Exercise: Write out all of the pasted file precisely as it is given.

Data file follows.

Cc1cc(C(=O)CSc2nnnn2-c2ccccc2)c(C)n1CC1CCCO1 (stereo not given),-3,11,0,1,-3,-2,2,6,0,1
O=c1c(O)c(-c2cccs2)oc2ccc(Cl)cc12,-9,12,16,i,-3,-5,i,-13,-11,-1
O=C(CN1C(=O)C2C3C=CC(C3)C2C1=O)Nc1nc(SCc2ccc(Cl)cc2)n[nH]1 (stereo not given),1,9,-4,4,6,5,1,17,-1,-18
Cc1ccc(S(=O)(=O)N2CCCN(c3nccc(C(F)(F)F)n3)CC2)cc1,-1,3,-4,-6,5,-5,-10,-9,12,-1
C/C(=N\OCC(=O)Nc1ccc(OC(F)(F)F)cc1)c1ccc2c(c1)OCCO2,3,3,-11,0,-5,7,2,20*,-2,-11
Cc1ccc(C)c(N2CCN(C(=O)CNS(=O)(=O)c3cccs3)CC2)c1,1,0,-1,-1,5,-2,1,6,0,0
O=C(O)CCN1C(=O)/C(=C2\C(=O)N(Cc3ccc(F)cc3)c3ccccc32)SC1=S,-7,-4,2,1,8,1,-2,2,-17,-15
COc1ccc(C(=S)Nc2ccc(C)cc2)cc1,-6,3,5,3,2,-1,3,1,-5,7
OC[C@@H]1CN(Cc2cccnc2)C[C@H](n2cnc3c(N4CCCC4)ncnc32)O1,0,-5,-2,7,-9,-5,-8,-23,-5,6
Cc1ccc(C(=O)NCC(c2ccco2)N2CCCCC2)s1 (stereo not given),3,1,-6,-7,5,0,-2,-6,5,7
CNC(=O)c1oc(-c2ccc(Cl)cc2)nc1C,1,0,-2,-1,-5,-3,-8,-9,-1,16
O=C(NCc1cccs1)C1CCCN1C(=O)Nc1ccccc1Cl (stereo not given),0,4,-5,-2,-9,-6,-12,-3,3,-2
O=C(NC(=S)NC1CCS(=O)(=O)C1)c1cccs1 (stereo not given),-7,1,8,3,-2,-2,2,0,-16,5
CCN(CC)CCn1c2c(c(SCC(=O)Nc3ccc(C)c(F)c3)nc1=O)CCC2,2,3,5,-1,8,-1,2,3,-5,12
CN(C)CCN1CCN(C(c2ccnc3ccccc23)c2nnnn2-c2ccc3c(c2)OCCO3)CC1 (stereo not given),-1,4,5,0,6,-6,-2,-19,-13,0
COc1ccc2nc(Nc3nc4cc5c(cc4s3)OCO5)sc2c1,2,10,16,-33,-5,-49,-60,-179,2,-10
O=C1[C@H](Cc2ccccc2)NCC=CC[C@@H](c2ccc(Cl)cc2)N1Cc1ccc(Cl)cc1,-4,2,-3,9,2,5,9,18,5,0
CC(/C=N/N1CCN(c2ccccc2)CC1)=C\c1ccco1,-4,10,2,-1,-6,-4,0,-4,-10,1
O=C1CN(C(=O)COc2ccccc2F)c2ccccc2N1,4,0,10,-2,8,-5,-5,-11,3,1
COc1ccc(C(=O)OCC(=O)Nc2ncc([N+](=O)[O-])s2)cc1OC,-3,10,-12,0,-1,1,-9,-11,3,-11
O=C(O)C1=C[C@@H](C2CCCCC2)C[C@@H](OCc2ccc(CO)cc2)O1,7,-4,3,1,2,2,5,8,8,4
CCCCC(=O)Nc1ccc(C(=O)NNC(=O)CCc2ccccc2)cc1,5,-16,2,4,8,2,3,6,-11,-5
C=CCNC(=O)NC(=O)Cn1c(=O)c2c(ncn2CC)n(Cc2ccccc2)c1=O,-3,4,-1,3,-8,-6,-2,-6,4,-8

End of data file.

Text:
Cc1cc(C(=O)CSc2nnnn2-c2ccccc2)c(C)n1CC1CCCO1 (stereo not given),-3,11,0,1,-3,-2,2,6,0,1
O=c1c(O)c(-c2cccs2)oc2ccc(Cl)cc12,-9,12,16,i,-3,-5,i,-13,-11,-1
O=C(CN1C(=O)C2C3C=CC(C3)C2C1=O)Nc1nc(SCc2ccc(Cl)cc2)n[nH]1 (stereo not given),1,9,-4,4,6,5,1,17,-1,-18
Cc1ccc(S(=O)(=O)N2CCCN(c3nccc(C(F)(F)F)n3)CC2)cc1,-1,3,-4,-6,5,-5,-10,-9,12,-1
C/C(=N\OCC(=O)Nc1ccc(OC(F)(F)F)cc1)c1ccc2c(c1)OCCO2,3,3,-11,0,-5,7,2,20*,-2,-11
Cc1ccc(C)c(N2CCN(C(=O)CNS(=O)(=O)c3cccs3)CC2)c1,1,0,-1,-1,5,-2,1,6,0,0
O=C(O)CCN1C(=O)/C(=C2\C(=O)N(Cc3ccc(F)cc3)c3ccccc32)SC1=S,-7,-4,2,1,8,1,-2,2,-17,-15
COc1ccc(C(=S)Nc2ccc(C)cc2)cc1,-6,3,5,3,2,-1,3,1,-5,7
OC[C@@H]1CN(Cc2cccnc2)C[C@H](n2cnc3c(N4CCCC4)ncnc32)O1,0,-5,-2,7,-9,-5,-8,-23,-5,6
Cc1ccc(C(=O)NCC(c2ccco2)N2CCCCC2)s1 (stereo not given),3,1,-6,-7,5,0,-2,-6,5,7
CNC(=O)c1oc(-c2ccc(Cl)cc2)nc1C,1,0,-2,-1,-5,-3,-8,-9,-1,16
O=C(NCc1cccs1)C1CCCN1C(=O)Nc1ccccc1Cl (stereo not given),0,4,-5,-2,-9,-6,-12,-3,3,-2
O=C(NC(=S)NC1CCS(=O)(=O)C1)c1cccs1 (stereo not given),-7,1,8,3,-2,-2,2,0,-16,5
CCN(CC)CCn1c2c(c(SCC(=O)Nc3ccc(C)c(F)c3)nc1=O)CCC2,2,3,5,-1,8,-1,2,3,-5,12
CN(C)CCN1CCN(C(c2ccnc3ccccc23)c2nnnn2-c2ccc3c(c2)OCCO3)CC1 (stereo not given),-1,4,5,0,6,-6,-2,-19,-13,0
COc1ccc2nc(Nc3nc4cc5c(cc4s3)OCO5)sc2c1,2,10,16,-33,-5,-49,-60,-179,2,-10
O=C1[C@H](Cc2ccccc2)NCC=CC[C@@H](c2ccc(Cl)cc2)N1Cc1ccc(Cl)cc1,-4,2,-3,9,2,5,9,18,5,0
CC(/C=N/N1CCN(c2ccccc2)CC1)=C\c1ccco1,-4,10,2,-1,-6,-4,0,-4,-10,1
O=C1CN(C(=O)COc2ccccc2F)c2ccccc2N1,4,0,10,-2,8,-5,-5,-11,3,1
COc1ccc(C(=O)OCC(=O)Nc2ncc([N+](=O)[O-])s2)cc1OC,-3,10,-12,0,-1,1,-9,-11,3,-11
O=C(O)C1=C[C@@H](C2CCCCC2)C[C@@H](OCc2ccc(CO)cc2)O1,7,-4,3,1,2,2,5,8,8,4
CCCCC(=O)Nc1ccc(C(=O)NNC(=O)CCc2ccccc2)cc1,5,-16,2,4,8,2,3,6,-11,-5
C=CCNC(=O)NC(=O)Cn1c(=O)c2c(ncn2CC)n(Cc2ccccc2)c1=O,-3,4,-1,3,-8,-6,-2,-6,4,-8